Take the funicular halfway up the mountain, then cross the street to the cable car station. Hop on and enjoy a spectacular ride up to the top.
Montjuic is home to the Military Museum, the Fundacio Joan Miro, the Poble Espanyol, the Olympic Ring, and am amazing cemetery, clutching the south side.
It is worth a day to walk and explore, all the while looking out to the sea, and the maze of streets below. The cable car ride was a hold-your-breath thrill. When we arrived at the top and saw the view, we had an "OH My God" moment. You can see for miles, and it was fun to pick out the landmarks around the city, and see the looming spires of the Sagrada Familia in the distance.
Please click on the photo, it is a panoramic shot.
I knew before I arrived in Barcelona that my arrival date, 23rd April, was the festival Sant Jordi. St George is the Catalan patron saint and this festival seems to be their version of St Valentines Day. The tradition is that the man buys the woman a rose and the woman buys the man a book.
I arrived at my hotel in the evening so didn't have a lot of time for sightseeing on my first day but I was interested to see what was going on with this festival. The streets, particularly around Las Ramblas, were totally swarming with people - most of the women seemingly carrying flowers, so the guys must have been keeping up THEIR end of the bargain at least!
The streets were lined with lots of these stalls selling flowers or else books. It was nice to see and a nice warm and fuzzy atmosphere even if it did suck for us single people with noone to buy them flowers!!
Barcelona in winter
Comfortable shoes are an absolute must. Don't get new ones for the trip. In the middle of the winter - my experience is the end of December and early January - it can get cold when you're outside all day. Also, the sun rises very late - like around 8:30 a.m. So you get a blast of cold air when you leave your hotel in the morning. A turtleneck sweater under a medium-weight coat will keep the chill out. Keep a scarf (not a bulky one) and a pair of gloves in your bag. Sometimes you need it and sometimes you don't. The temperature goes up and down. There were times when my hands were freezing, so I was glad I had my gloves. Of the 5 days we were in Barcelona, it only rained once. I had one of these mini foldable umbrellas that was helpful.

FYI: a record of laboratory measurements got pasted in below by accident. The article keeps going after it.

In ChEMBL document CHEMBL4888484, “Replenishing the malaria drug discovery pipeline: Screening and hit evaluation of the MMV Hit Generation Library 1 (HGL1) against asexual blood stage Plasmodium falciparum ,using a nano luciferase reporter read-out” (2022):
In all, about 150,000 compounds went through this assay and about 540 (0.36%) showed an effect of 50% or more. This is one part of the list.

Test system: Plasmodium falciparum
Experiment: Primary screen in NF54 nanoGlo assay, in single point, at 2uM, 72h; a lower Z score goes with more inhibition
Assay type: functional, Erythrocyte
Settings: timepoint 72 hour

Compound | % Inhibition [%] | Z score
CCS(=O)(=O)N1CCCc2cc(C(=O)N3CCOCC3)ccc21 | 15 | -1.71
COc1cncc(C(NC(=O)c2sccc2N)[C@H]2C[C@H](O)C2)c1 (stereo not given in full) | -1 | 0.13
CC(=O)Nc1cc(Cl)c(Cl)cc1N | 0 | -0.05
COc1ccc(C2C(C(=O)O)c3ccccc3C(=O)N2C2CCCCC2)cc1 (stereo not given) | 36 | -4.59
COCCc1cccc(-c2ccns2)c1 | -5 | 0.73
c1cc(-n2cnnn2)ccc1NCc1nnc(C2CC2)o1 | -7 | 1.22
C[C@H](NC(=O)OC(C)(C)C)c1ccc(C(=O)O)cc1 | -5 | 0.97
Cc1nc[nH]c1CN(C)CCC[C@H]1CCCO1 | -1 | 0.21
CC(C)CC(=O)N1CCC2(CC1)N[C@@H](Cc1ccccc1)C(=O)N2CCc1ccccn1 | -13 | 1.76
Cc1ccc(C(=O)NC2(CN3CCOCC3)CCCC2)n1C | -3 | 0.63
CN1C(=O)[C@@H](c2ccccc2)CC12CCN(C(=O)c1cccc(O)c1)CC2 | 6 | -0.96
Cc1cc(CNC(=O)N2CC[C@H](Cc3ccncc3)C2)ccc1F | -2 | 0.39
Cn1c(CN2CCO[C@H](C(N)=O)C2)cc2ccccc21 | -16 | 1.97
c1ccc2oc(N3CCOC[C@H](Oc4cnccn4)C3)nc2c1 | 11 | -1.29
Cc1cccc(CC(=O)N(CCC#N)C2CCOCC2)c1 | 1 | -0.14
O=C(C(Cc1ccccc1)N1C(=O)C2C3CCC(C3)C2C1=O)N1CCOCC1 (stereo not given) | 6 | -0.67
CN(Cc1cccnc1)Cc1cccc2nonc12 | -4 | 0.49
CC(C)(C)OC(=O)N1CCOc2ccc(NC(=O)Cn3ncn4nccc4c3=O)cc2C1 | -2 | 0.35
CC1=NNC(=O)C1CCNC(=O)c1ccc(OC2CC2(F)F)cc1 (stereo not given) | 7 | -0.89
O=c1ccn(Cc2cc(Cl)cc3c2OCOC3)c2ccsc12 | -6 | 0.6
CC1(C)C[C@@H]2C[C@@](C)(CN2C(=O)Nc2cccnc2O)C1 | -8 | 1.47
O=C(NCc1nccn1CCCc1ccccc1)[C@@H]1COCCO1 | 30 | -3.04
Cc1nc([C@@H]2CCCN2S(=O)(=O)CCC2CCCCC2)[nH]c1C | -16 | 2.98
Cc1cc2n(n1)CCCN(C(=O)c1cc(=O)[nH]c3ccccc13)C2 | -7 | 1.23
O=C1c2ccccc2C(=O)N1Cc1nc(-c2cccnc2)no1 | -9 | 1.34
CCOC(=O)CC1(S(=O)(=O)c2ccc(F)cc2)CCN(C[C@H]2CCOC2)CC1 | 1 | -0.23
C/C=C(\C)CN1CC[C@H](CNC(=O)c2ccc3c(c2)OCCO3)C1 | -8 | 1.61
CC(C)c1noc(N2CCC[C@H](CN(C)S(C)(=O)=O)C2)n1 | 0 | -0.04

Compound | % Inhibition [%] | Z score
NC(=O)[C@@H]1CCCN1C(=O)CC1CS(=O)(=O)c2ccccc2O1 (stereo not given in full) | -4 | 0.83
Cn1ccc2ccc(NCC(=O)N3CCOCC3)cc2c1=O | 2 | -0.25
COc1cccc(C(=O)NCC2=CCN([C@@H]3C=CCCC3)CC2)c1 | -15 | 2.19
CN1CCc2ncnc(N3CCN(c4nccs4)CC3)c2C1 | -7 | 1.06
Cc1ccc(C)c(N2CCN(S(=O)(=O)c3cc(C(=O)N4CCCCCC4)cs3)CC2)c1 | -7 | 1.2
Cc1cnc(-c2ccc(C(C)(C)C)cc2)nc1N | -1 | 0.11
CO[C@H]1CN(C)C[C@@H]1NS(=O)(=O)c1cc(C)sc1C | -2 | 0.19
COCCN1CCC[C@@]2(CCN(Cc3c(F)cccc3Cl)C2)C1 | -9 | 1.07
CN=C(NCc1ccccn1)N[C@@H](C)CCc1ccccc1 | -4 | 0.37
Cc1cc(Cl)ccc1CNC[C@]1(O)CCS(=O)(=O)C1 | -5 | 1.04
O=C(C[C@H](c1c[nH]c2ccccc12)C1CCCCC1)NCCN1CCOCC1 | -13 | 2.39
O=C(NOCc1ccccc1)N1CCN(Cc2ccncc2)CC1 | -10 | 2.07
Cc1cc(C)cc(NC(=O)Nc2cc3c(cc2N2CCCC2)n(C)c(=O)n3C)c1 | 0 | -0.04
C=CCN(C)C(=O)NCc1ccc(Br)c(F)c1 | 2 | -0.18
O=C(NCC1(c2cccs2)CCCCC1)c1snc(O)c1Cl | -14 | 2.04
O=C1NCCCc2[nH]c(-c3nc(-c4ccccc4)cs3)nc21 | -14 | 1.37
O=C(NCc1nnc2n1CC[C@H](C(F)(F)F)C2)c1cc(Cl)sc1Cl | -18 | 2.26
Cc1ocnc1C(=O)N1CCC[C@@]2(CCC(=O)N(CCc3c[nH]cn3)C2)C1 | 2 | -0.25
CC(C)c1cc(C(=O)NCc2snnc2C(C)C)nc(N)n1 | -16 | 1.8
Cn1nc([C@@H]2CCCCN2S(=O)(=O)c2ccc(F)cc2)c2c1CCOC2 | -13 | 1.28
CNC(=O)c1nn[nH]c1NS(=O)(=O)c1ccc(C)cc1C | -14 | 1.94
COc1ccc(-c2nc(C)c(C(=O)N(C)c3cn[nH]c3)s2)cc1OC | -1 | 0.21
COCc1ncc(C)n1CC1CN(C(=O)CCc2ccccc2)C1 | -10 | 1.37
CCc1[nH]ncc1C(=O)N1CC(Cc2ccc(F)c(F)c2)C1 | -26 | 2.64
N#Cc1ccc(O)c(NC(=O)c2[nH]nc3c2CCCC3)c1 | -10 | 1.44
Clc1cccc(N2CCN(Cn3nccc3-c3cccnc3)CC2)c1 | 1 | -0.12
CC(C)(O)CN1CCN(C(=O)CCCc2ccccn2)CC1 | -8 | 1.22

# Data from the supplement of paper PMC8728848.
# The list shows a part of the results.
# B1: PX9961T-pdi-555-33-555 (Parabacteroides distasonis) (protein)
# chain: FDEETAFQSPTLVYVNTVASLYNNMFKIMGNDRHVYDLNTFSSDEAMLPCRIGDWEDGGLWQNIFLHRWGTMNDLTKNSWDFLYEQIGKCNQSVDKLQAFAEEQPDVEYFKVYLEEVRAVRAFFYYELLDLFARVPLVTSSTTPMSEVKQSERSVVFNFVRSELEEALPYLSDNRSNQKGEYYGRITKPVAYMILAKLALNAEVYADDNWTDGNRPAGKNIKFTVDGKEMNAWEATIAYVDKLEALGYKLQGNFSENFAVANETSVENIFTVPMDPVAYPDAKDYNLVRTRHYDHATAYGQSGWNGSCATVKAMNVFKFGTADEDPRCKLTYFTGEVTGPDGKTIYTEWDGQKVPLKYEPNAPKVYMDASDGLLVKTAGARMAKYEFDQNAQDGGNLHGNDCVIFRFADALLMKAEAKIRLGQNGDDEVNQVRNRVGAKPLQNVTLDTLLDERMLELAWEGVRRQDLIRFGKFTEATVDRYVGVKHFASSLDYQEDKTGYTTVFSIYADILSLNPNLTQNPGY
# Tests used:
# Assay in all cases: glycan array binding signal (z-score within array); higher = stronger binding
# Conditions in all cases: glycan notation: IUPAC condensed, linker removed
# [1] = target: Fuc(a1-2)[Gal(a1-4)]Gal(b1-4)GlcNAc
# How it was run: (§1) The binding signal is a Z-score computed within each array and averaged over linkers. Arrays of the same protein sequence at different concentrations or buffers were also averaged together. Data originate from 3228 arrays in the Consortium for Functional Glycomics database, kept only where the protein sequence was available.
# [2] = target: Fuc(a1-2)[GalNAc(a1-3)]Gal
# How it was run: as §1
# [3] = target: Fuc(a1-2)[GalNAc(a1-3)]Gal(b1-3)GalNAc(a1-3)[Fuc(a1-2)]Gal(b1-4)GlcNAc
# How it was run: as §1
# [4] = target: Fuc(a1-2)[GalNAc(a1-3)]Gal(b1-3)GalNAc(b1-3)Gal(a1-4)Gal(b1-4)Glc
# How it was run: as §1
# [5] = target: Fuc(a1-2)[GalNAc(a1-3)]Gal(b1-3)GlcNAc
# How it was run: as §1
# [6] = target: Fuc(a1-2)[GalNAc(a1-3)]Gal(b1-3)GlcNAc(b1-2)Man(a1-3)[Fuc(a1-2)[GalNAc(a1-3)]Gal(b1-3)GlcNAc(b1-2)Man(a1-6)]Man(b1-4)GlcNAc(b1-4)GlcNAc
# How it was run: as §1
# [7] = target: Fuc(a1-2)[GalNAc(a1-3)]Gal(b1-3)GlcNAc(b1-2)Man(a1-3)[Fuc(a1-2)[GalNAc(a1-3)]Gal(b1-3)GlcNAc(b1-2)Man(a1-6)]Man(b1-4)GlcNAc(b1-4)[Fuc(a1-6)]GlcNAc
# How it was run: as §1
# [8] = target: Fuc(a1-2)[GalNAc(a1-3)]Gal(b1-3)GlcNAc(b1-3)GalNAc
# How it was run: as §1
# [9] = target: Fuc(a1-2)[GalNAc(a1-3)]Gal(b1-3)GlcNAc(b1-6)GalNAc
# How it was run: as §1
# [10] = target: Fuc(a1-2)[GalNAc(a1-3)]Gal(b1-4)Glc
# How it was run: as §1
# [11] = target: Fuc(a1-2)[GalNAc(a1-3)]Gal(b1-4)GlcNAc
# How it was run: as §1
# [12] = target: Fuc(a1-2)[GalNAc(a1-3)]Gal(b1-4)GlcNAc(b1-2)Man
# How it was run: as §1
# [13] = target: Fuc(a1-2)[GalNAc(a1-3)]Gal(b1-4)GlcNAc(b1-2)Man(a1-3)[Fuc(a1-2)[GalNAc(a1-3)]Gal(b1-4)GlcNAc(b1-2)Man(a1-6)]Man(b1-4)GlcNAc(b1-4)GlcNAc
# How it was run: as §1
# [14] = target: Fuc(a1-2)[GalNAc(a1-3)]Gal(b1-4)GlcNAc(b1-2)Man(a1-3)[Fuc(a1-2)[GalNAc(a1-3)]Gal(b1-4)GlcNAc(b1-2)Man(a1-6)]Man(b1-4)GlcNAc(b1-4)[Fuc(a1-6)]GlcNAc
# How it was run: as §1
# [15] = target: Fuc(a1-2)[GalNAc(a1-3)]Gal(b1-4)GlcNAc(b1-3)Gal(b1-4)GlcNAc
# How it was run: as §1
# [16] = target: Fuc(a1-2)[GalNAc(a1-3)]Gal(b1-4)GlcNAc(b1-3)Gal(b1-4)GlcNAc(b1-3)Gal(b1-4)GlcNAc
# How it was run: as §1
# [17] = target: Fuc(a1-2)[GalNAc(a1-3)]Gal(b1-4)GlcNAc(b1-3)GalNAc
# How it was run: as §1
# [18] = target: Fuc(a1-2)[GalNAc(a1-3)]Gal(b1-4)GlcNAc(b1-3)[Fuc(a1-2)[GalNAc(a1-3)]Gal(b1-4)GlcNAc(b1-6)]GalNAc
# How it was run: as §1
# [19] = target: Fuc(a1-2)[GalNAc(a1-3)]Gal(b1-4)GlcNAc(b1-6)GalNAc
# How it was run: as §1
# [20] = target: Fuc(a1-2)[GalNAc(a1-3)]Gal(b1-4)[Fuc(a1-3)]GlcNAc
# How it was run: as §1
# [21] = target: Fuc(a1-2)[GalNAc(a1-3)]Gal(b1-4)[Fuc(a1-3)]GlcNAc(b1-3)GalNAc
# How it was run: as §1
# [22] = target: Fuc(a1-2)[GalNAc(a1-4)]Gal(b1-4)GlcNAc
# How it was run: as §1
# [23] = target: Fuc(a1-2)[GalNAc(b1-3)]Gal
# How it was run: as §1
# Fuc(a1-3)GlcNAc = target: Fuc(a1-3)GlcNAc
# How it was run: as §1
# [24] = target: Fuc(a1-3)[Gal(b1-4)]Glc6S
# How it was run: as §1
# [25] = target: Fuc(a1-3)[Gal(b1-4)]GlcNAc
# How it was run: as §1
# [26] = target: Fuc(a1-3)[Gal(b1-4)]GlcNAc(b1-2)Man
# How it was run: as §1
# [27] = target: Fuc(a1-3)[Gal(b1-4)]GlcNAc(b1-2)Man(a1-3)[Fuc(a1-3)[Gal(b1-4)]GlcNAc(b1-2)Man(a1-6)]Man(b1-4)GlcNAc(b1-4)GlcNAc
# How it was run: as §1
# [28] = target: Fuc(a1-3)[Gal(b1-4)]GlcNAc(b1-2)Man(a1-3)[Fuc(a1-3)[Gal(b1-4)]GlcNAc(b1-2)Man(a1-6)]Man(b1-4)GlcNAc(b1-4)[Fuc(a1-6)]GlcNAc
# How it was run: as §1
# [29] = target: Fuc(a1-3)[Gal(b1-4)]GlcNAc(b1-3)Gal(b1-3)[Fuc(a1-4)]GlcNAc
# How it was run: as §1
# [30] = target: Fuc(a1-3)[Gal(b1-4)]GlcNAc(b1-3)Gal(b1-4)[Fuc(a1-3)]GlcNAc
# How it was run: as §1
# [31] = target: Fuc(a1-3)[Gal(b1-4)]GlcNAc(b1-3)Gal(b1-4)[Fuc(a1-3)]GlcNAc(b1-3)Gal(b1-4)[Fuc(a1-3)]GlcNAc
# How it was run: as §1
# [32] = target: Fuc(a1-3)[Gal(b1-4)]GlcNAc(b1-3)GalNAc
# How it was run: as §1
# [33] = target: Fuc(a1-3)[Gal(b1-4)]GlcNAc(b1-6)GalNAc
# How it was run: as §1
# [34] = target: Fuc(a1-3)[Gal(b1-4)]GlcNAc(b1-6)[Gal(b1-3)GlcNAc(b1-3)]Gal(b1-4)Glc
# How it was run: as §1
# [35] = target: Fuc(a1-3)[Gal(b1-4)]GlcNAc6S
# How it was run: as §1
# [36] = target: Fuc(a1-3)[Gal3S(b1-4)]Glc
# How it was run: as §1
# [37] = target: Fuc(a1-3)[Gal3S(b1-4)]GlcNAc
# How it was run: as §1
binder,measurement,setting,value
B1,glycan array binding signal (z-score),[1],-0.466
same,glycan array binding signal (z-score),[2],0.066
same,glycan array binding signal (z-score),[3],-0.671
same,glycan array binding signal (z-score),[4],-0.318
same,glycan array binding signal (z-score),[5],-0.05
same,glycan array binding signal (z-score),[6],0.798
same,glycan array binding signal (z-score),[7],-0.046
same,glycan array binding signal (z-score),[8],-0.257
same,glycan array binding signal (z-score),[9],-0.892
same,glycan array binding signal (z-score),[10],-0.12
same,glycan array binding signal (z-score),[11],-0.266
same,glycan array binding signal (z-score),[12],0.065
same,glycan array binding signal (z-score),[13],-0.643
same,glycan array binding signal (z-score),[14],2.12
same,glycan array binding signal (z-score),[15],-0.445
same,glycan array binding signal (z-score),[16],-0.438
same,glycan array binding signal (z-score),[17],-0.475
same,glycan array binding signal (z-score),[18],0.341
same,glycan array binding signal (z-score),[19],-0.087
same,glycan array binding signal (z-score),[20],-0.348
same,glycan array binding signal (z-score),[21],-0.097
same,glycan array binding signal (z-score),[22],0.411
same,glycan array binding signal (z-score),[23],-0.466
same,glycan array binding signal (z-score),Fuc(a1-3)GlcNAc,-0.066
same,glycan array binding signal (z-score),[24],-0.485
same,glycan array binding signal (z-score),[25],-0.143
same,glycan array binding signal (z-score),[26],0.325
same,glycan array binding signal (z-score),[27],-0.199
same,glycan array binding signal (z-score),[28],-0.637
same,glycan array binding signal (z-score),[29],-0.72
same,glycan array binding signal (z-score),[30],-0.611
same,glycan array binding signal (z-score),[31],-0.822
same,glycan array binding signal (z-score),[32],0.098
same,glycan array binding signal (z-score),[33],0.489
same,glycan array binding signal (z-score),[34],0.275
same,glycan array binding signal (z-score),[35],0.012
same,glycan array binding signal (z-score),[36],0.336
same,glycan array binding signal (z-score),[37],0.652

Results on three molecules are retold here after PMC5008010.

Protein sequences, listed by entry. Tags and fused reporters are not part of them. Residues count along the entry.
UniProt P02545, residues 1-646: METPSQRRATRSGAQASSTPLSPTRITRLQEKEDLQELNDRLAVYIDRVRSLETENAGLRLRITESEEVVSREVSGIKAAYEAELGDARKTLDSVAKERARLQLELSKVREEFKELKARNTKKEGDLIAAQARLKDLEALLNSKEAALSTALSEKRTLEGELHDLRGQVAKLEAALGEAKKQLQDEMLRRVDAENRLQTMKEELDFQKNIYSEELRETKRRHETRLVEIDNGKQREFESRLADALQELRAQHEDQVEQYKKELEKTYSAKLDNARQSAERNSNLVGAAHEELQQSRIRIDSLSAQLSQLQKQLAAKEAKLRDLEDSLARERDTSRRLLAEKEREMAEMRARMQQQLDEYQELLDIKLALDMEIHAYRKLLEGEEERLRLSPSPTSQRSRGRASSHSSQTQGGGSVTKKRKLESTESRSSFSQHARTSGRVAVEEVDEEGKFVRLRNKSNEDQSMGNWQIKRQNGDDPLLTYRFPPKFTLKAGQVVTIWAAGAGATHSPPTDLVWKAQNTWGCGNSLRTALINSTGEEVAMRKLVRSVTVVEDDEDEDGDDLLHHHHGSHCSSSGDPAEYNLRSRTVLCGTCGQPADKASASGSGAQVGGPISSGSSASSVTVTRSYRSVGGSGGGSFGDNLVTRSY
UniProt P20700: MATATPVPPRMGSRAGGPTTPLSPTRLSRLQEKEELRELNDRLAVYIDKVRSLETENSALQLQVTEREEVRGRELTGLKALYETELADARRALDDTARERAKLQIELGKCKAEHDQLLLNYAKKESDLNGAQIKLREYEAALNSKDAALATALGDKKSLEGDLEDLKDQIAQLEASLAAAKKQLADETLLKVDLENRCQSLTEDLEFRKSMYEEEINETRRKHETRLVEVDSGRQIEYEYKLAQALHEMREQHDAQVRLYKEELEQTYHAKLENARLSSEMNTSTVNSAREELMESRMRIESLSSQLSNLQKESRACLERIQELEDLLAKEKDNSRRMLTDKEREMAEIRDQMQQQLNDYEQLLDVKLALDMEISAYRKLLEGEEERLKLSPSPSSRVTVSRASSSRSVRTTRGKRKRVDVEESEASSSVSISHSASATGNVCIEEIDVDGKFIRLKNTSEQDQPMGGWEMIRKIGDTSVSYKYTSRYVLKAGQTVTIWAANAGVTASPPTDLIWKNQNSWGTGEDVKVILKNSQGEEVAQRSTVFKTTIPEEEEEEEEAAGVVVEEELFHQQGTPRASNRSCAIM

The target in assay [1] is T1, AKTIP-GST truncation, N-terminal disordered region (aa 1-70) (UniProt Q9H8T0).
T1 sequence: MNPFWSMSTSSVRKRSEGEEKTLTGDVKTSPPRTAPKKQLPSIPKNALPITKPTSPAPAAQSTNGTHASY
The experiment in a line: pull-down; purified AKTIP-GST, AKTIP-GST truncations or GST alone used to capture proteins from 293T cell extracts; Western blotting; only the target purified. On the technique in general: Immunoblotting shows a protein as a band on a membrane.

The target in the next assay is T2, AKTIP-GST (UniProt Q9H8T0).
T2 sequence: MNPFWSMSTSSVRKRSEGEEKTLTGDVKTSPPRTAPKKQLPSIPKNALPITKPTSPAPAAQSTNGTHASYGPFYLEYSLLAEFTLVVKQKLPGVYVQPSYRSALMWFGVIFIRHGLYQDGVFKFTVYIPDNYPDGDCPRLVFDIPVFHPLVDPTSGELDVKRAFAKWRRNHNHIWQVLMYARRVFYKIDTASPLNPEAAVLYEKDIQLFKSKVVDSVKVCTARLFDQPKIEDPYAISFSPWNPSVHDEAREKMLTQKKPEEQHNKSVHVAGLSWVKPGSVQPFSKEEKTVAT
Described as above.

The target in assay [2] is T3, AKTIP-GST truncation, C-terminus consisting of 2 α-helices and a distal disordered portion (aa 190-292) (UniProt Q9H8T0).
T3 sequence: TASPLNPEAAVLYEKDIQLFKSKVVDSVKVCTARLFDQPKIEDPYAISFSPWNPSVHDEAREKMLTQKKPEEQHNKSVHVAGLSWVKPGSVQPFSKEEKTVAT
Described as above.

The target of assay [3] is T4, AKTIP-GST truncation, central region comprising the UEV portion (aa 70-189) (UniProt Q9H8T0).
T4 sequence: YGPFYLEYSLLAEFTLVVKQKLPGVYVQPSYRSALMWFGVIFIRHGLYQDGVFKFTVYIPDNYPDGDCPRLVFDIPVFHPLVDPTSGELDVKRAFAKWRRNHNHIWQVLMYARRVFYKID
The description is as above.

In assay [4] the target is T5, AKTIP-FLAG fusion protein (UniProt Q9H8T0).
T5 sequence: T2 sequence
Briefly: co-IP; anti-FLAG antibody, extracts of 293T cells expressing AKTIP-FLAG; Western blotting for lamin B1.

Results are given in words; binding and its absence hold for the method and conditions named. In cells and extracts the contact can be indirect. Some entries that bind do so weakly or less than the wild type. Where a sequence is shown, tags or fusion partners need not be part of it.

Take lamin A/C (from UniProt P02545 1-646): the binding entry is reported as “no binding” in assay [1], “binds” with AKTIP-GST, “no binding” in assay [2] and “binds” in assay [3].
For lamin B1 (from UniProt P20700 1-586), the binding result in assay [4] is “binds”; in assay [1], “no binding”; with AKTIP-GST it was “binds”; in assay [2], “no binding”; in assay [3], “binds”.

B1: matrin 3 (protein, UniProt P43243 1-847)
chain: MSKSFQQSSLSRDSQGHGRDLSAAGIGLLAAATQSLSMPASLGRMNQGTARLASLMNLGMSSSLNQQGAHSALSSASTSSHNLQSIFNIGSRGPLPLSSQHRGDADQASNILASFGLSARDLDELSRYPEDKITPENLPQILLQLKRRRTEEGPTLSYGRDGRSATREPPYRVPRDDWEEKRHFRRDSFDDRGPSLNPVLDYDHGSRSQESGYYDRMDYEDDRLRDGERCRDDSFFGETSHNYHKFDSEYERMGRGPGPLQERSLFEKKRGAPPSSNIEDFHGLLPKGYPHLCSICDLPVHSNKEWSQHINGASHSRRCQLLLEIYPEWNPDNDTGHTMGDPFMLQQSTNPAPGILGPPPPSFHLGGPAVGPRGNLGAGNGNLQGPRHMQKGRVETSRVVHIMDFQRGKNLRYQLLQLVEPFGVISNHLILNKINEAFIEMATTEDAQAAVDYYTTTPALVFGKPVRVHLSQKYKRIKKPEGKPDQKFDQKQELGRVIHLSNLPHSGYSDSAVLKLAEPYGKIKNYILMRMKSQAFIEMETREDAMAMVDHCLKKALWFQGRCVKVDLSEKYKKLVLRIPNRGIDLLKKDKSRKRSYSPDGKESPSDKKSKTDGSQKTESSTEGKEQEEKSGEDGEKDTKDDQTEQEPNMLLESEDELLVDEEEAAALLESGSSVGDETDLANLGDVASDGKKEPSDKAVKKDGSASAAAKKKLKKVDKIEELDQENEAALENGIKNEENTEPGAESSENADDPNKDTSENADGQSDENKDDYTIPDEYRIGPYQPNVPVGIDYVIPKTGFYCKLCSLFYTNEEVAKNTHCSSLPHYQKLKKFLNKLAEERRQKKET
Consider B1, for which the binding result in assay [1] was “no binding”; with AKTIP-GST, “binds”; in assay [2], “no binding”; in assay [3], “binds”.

Parc Güell is where...
Parc Güell is where Gaudí turned his hand to landscaping, with spectacular results. The park is laid out on a hill with fantastic views of the city. Huge ceramic benches, giant decorative lizards, ceramic mosaics and pavilions of contorted stone all combine into a brilliant swirl of the imagination. In the park grounds, the Sala Hipóstila is a forest of 84 stone columns, originally intended as a market. Above it is a broad open space whose centrepiece is the Banc de Trenadis, a tiled bench curving sinuously around its perimeter. The spired house to its right is the Casa Museu Gaudí, where Gaudí lived for most of his last 20 years.
A fully fledged suburb since late last century, Gràcia is one of Barcelona's most satisfying outlying areas. It's traditionally been home to strong artistic and political communities, students and intelligentsia, but also to a population of average joes, who lend it a no-frills, down to earth atmosphere. Plaça del Sol is a pleasant place to sit during the day, surrounded by cafes and well-grounded 19th-century architecture. At night, the square becomes a popular meeting place.
Montserrat, 50km (31mi) northwest of Barcelona, has weird rocky crags, ruined hermitage caves, a monastery and hordes of tourists from the Costa Brava. The Monestir de Montserrat was founded in 1025 to commemorate numerous visions of the Virgin Mary. Today it houses a community of about 80 monks, and pilgrims come to venerate La Moreneta (the Black Virgin), a 12th-century Romanesque wooden sculpture of Mary with the baby Jesus; La Moreneta has been Catalunya's official patron since 1881. The most dramatic approach to Montserrat is by cable car, which arrives just below the monastery after a thrilling whoop up the sheer mountainside.
Covered market just off the Ramblas
This market is about halfway up the Ramblas. It's open Monday to saturday 8am till 8.30pm, quietest in the morning. Just walk around and take in the sights and sounds of all types of food. Pinotxo bar, just on the right as you enter, has the freshest local food cooked simply.